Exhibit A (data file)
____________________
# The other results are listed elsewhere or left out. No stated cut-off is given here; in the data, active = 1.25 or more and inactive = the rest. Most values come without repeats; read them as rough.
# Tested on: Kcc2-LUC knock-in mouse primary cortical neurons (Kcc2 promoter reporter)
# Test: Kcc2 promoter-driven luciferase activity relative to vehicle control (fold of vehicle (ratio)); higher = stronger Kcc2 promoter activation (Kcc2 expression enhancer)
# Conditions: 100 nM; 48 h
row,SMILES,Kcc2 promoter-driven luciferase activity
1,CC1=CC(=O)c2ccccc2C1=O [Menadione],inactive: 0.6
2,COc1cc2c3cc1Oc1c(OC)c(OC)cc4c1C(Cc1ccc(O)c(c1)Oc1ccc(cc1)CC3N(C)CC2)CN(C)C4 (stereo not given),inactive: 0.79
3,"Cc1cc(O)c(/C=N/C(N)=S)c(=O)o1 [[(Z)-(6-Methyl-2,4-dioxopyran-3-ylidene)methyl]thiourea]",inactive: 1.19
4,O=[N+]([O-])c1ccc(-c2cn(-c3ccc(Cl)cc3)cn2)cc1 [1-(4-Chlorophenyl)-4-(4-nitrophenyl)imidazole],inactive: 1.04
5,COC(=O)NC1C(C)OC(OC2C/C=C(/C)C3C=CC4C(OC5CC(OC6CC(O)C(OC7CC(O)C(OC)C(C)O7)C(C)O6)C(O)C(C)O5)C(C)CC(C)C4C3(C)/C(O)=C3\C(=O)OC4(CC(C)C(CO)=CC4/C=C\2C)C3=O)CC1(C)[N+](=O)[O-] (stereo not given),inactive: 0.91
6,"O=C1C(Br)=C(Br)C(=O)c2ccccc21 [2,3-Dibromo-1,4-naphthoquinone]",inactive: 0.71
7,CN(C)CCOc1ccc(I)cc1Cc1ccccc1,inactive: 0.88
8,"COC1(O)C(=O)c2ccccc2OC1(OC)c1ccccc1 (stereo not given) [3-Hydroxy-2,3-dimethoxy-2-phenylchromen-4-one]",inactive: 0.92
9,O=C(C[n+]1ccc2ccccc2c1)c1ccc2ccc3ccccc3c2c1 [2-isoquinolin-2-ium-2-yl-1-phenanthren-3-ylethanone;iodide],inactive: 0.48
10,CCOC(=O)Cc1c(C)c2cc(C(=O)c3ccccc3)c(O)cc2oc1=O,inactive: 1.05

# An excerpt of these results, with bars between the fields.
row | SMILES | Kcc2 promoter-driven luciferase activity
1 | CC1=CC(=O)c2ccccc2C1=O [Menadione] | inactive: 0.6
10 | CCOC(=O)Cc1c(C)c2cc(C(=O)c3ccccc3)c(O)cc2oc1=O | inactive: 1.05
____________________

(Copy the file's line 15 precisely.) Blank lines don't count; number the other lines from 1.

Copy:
10,CCOC(=O)Cc1c(C)c2cc(C(=O)c3ccccc3)c(O)cc2oc1=O,inactive: 1.05